Introducing the Spotlight Series on Intraskope where I interview key thought leaders on topics interrelated with internal communications such as culture, crisis, change, executive presence and leadership. The goal is to help unravel why they matter, what can leaders and communicators learn from experts and how we can put insights to practice. Watch these short interviews and get better at understanding these key topics and how you engage with internal communications.
The first episode features D. Mark Schumann, a Culture Architect, a Certified Executive Coach and an IABC Fellow. I’ve had the honor of knowing him as a colleague and friend at Sabre Corporation when he served as the VP of Culture. Mark shares his thoughts on what has and hasn’t changed with the way organizations and communicators approach culture. He advocates inspiring curiosity and encouraging conversations among employees to continue giving culture its due.
He believes strongly that culture isn’t a ‘thing’ that we do as a task. It evolves and needs to be nurtured.
“You don’t use the word – culture. I’ve said this for years. And we can talk about it. It can be our code word, for doing the right thing. It can be our code word for showing people that we care. It can be our code word for listening. But the minute we start talking too much about culture as a “thing”, it becomes a thing that we can check the box and say we’re done, we succeeded, we can move forward. You can never check the box and think you’re done”, says Mark.
Watch the complete video interview on YouTube or read the transcript below.
You can also look up the ongoing Intraskope’s Spotlight on Internal Communication Series featuring practitioners from around the globe sharing best practices and perspectives.
- You’ve worked on culture for many years. According to you over the years, what has really changed about culture? And how do companies view it?
You know, most interesting is how little has changed in terms of cultures and outcome. Culture is ultimately how it feels to work somewhere. And so that hasn’t changed. What certainly has changed are the things that can influence culture can get in the way of culture, I think the role of leadership to help shape behavior has become more intensified. But I don’t think culture itself has changed at all. It was 42 years ago, when I wrote my thesis in graduate school on culture, and how leaders of companies influenced what we then called the work environment or the work experience. We didn’t use the word culture as much. And it really hasn’t changed. Our role has not changed as communicators. What has changed is all the noise, certainly some of the pressure, and perhaps some of the institutional trust, that can get in the way of cultures that both please people, inspire people and become famous.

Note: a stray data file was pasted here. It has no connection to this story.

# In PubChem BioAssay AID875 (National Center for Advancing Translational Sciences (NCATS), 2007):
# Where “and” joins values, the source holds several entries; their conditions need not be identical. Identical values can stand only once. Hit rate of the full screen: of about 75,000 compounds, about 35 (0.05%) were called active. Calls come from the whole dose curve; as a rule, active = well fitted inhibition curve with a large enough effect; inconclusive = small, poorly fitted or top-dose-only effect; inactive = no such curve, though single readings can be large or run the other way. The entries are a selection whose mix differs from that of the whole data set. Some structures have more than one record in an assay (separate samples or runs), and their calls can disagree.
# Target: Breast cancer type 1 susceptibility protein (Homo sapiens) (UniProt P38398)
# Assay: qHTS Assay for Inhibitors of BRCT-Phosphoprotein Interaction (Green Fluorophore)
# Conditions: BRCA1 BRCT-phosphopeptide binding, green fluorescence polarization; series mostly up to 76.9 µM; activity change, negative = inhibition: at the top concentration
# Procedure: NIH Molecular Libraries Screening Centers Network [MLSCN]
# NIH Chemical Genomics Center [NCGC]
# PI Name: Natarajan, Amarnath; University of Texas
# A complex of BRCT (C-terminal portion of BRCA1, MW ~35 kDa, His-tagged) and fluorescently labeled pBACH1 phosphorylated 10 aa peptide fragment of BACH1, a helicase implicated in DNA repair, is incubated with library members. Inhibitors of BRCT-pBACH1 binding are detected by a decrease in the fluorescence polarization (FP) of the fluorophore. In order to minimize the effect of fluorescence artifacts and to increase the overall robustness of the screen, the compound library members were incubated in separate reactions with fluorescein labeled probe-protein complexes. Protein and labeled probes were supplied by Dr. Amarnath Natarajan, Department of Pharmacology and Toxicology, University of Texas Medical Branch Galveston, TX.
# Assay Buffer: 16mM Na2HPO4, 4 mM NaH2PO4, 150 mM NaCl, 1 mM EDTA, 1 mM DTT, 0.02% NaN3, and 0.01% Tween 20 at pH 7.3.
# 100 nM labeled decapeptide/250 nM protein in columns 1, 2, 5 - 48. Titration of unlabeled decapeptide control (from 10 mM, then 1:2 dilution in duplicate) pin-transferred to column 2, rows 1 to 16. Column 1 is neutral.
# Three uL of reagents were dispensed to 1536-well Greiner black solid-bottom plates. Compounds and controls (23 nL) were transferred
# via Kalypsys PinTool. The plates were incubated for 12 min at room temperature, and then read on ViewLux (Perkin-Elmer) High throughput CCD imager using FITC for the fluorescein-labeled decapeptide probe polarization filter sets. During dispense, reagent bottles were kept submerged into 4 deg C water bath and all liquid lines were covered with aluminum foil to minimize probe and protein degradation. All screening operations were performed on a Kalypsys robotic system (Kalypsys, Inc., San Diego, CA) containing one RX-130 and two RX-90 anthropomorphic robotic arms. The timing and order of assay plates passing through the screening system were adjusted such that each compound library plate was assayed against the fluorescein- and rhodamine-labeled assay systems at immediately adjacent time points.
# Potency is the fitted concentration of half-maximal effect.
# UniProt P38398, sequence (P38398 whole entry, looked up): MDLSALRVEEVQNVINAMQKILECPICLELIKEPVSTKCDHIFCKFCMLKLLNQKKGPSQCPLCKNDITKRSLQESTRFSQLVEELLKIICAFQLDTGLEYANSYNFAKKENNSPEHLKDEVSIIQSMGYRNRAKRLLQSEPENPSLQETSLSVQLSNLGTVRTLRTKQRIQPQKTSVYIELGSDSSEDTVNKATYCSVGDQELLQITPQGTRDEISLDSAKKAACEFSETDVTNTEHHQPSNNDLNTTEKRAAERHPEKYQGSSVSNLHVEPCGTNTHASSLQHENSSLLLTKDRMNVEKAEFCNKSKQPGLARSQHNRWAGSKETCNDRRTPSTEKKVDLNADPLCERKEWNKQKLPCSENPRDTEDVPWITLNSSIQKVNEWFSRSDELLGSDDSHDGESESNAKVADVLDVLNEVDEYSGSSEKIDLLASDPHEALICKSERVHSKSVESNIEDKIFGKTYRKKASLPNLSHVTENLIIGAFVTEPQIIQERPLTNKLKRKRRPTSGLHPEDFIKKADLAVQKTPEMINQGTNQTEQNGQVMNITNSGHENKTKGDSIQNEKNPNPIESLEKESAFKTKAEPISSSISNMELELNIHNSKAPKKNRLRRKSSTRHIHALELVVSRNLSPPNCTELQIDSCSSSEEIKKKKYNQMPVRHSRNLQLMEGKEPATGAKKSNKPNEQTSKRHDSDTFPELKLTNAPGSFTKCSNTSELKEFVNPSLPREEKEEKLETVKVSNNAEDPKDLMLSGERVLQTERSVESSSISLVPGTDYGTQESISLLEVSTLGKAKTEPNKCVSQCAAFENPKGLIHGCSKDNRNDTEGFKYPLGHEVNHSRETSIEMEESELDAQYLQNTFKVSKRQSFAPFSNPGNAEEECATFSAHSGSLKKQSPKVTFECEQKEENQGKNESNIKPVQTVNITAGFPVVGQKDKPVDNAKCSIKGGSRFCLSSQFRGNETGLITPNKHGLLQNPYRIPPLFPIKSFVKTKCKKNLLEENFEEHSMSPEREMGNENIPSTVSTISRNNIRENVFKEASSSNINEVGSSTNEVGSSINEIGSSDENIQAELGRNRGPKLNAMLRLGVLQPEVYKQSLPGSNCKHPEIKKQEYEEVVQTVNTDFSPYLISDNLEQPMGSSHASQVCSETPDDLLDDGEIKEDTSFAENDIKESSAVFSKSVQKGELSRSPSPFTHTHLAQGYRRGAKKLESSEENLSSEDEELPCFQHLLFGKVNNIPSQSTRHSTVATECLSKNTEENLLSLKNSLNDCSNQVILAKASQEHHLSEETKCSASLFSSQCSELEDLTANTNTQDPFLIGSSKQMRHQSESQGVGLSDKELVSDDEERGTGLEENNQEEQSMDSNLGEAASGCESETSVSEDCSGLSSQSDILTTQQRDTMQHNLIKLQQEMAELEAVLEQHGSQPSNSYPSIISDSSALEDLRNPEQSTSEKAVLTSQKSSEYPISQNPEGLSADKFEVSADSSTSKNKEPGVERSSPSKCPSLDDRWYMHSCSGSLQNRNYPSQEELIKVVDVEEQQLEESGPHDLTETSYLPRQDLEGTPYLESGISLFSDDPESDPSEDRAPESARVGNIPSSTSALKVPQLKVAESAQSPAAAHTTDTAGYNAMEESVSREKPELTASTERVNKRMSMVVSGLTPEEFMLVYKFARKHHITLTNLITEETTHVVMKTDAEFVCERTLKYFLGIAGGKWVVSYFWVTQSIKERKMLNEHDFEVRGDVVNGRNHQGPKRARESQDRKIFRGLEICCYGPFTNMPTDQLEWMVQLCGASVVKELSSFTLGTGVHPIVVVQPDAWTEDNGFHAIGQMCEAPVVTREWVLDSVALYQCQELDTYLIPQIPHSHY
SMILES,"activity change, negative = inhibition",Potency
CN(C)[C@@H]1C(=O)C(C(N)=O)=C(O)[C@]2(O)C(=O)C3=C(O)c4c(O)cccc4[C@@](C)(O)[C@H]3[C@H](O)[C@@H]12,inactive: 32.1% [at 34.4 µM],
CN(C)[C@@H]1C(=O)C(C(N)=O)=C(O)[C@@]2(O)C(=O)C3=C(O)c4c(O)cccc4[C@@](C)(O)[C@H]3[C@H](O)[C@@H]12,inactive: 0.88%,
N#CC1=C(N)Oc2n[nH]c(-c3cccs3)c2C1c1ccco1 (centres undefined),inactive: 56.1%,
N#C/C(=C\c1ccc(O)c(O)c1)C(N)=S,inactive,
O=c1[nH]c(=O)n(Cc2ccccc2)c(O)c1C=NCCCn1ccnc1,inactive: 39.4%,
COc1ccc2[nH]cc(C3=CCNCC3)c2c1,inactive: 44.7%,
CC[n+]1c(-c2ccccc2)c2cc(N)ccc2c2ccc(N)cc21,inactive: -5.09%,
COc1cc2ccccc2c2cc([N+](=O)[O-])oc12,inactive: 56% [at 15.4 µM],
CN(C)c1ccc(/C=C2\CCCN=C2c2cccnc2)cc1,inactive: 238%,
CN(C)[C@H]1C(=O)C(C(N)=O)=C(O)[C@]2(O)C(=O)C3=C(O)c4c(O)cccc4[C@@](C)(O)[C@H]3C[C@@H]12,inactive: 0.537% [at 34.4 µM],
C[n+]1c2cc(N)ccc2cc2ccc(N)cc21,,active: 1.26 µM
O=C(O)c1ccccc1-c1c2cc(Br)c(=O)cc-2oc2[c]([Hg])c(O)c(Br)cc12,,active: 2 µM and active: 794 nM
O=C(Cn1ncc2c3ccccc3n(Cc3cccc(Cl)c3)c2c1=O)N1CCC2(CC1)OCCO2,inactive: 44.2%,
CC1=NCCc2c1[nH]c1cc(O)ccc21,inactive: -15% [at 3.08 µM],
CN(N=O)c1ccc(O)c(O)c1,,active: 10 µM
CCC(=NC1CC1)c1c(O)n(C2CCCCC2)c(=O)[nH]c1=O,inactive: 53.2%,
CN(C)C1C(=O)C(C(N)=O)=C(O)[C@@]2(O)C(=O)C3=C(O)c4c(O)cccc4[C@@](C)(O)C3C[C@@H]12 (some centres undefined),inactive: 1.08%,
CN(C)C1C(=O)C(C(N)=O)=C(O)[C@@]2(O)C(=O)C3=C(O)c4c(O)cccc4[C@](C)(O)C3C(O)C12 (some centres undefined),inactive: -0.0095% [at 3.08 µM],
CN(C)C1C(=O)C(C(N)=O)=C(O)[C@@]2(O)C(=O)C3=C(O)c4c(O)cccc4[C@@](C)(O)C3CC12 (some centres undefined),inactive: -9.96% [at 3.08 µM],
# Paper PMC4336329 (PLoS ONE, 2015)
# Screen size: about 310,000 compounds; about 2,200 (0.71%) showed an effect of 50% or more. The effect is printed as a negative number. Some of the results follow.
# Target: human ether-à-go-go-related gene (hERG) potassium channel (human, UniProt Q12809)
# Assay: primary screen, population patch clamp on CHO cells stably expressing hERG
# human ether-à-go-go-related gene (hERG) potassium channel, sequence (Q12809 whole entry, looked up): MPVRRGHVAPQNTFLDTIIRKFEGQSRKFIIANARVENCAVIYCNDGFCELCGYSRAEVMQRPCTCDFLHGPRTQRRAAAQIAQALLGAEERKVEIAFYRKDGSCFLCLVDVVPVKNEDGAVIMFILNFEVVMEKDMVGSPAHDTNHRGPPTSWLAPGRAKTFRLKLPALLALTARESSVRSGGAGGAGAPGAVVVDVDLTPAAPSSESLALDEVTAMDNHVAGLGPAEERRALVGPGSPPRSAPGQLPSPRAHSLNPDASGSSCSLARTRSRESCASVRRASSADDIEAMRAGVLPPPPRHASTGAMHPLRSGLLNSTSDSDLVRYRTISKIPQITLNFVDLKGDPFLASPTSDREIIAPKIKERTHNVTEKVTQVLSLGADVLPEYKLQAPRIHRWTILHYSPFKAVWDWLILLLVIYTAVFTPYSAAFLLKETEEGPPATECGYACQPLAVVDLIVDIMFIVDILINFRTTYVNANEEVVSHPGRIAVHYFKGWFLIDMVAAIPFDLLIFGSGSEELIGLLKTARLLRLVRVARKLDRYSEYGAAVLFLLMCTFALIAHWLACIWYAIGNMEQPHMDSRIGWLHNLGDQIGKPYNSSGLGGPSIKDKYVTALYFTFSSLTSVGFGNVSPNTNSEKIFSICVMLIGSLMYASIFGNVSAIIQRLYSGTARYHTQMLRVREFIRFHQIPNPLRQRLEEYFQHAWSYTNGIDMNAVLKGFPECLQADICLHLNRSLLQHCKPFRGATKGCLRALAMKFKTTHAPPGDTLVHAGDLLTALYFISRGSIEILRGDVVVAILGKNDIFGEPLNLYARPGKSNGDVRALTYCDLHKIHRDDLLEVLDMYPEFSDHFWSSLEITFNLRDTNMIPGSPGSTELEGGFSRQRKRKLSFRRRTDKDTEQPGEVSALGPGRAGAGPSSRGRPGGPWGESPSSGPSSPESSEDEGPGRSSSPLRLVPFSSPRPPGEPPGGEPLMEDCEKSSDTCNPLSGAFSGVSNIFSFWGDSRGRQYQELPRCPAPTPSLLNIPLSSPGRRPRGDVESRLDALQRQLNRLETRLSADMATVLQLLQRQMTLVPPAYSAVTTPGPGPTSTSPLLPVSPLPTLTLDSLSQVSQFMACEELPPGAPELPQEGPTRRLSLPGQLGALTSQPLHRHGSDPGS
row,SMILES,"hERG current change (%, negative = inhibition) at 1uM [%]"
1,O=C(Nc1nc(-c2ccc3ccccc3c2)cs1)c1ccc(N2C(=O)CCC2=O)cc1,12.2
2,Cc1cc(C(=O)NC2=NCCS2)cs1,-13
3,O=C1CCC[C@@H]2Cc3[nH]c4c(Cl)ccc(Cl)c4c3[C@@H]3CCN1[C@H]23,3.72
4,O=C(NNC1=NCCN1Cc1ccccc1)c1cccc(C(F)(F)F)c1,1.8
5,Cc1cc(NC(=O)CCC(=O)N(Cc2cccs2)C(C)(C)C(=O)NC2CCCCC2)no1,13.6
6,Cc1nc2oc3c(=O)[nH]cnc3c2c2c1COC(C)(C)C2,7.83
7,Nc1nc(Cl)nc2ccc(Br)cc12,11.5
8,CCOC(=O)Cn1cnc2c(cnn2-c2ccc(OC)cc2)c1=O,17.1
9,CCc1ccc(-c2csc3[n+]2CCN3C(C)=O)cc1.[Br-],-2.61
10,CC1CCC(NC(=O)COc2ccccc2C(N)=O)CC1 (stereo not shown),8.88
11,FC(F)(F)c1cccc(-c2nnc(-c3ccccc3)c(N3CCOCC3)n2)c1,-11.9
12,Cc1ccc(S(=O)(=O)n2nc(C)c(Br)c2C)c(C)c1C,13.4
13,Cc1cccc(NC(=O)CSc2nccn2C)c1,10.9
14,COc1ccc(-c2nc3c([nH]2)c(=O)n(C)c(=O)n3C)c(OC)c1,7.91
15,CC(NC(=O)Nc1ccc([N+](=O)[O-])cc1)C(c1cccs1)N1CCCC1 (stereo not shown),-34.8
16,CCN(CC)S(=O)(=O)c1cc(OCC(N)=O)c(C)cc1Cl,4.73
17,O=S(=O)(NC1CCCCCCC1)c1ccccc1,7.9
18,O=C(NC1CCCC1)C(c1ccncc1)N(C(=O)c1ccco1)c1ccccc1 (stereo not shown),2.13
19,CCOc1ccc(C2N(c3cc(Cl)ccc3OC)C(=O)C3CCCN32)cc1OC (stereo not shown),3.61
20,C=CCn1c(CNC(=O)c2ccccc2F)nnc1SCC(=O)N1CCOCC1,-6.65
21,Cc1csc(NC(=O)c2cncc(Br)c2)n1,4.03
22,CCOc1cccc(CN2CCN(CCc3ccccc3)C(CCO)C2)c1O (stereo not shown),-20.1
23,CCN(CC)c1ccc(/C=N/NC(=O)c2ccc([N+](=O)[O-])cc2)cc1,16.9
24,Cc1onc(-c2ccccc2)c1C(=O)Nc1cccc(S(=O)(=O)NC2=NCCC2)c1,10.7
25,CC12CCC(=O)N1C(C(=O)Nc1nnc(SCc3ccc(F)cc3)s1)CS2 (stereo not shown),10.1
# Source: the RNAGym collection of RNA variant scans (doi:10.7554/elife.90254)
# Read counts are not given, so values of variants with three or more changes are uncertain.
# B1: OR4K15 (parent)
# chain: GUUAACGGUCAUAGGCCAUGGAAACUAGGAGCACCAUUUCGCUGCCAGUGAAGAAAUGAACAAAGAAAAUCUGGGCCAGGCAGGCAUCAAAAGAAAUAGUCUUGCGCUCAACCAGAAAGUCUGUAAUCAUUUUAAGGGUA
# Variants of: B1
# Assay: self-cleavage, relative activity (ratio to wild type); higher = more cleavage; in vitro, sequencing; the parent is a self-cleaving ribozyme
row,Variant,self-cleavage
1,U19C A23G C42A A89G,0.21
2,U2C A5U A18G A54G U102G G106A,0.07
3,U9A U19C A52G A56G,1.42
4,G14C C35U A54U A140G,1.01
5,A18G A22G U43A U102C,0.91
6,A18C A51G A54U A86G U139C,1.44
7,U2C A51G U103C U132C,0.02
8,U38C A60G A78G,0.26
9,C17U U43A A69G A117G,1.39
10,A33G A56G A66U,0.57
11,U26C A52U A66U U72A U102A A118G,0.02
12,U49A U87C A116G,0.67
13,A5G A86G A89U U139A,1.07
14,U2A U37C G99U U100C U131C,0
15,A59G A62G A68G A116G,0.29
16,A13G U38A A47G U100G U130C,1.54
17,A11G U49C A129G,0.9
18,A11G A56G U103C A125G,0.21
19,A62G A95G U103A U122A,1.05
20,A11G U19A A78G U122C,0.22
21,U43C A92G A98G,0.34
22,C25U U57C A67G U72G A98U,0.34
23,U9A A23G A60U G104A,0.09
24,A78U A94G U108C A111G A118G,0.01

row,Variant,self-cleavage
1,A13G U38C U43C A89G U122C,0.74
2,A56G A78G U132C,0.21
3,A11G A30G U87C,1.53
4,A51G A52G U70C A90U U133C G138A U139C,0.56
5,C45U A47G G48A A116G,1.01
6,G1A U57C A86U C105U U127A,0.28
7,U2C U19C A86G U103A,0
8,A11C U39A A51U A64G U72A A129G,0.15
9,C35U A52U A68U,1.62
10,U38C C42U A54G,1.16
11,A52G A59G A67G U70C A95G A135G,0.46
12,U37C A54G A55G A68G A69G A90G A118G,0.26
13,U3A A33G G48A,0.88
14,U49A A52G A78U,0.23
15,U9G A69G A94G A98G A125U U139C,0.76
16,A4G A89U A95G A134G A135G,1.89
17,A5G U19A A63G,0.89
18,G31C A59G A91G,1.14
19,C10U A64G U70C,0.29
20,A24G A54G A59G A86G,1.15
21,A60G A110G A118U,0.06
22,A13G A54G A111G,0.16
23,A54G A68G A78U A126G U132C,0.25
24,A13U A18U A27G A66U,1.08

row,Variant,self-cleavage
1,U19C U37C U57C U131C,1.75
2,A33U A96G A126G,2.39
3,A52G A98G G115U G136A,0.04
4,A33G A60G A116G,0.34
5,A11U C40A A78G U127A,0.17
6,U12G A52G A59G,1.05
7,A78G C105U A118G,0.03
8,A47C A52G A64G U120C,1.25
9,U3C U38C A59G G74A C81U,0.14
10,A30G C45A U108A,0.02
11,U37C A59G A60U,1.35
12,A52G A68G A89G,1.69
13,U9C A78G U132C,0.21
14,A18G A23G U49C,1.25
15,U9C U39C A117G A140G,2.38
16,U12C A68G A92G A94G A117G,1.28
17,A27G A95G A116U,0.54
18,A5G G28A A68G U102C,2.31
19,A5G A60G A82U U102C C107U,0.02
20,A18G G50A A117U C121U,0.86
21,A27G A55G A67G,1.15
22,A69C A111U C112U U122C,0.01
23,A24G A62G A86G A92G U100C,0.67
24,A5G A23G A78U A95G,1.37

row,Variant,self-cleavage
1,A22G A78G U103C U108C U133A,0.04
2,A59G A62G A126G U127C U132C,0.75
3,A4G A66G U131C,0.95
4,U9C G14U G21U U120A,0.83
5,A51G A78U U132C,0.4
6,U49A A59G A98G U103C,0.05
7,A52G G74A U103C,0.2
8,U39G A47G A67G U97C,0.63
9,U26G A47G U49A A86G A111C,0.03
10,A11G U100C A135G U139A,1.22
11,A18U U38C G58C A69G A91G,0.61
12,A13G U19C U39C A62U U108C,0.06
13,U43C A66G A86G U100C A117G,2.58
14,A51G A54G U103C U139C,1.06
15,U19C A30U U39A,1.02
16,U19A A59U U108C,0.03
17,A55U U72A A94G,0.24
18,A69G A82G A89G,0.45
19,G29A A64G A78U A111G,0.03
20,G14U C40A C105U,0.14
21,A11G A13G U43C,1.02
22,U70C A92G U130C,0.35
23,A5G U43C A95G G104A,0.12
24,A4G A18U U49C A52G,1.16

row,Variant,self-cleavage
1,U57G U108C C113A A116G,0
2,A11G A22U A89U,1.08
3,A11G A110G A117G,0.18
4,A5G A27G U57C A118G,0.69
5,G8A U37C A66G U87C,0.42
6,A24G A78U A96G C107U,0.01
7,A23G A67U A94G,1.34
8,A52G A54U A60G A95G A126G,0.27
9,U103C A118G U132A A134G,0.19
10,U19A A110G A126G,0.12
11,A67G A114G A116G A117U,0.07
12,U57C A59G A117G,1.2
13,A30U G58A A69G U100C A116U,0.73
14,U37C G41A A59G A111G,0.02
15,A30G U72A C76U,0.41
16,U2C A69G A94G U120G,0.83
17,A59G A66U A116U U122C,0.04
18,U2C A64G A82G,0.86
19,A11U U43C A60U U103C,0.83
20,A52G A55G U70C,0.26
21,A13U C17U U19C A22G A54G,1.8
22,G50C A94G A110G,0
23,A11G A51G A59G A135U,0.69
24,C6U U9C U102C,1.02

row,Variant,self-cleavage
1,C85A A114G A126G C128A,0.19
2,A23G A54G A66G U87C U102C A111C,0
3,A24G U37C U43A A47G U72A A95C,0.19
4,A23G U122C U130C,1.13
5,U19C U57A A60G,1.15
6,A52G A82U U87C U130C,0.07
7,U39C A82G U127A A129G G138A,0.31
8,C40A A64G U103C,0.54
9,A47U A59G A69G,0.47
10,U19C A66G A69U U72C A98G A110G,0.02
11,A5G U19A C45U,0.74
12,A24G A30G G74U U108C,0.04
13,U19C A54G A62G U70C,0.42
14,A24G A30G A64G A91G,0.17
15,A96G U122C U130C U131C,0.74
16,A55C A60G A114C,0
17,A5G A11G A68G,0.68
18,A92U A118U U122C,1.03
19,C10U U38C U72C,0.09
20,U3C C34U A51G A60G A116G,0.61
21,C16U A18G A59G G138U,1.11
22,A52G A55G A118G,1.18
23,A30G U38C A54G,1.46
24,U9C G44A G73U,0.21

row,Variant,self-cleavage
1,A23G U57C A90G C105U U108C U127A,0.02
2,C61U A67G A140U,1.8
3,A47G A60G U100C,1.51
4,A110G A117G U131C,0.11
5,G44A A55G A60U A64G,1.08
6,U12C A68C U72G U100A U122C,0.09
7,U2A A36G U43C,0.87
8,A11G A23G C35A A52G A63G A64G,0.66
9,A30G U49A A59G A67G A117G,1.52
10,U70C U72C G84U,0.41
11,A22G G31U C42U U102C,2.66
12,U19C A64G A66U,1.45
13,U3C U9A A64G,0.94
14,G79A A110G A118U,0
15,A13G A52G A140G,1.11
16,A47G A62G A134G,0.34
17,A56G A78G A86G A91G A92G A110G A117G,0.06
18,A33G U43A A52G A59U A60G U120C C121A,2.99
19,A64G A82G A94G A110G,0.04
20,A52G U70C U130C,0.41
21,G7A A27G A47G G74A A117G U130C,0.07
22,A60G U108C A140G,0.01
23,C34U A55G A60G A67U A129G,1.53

2. What according to you is the key role that communication place in terms of culture building?
Well, I think that there are a few things I think we have always and we continue to provide a help; provide a sense of clarity about what’s happening in an organization to make certain that everyone is operating from a unified sense of purpose and mission and strategy and concern about results. I think clarity has always been a key part of what we do. I think certainly, and I think this has become even more the case with the use of technology and where we can pull information from. I think a key part of our job is to stimulate the curiosity. We’re not the news Bureau, we’re not cub reporters, I think we are those who want to stimulate the curiosity. And so that people want to learn more on their own about the places they work and the industries they work in. So, I think that curiosity is a key part. I think more so today, because it’s more important today, we were the ones who facilitate conversations. And I think that’s probably the most important thing that we do is we need to be you know, in charge of how organizations Listen, and what organizations do with what they hear. I think that facilitating the conversation is so that people can make connections. And then I think that ultimately, the impact we have is, is on a sense of commitment that people bring to their work and to the organizations and to each other. And, you know, the contributions they make give organizations confidence. And I think that, especially when you look back at this year, and all the things that we hold on to that we can’t hold on – to the people we want to hold on to, we can’t hold on to. And I think it has done so much what’s happened to the world to dilute the competence we have in the places we live in the people we follow. I think that the key point is we should be worrying about every day as communicators or anyone focused on culture is how confident are people in the experience of working here – day-to-day and in their careers.
3. Now that we’re going through COVID19. What is your sense of how should organizations approach thinking about culture in this kind of scenario post COVID19?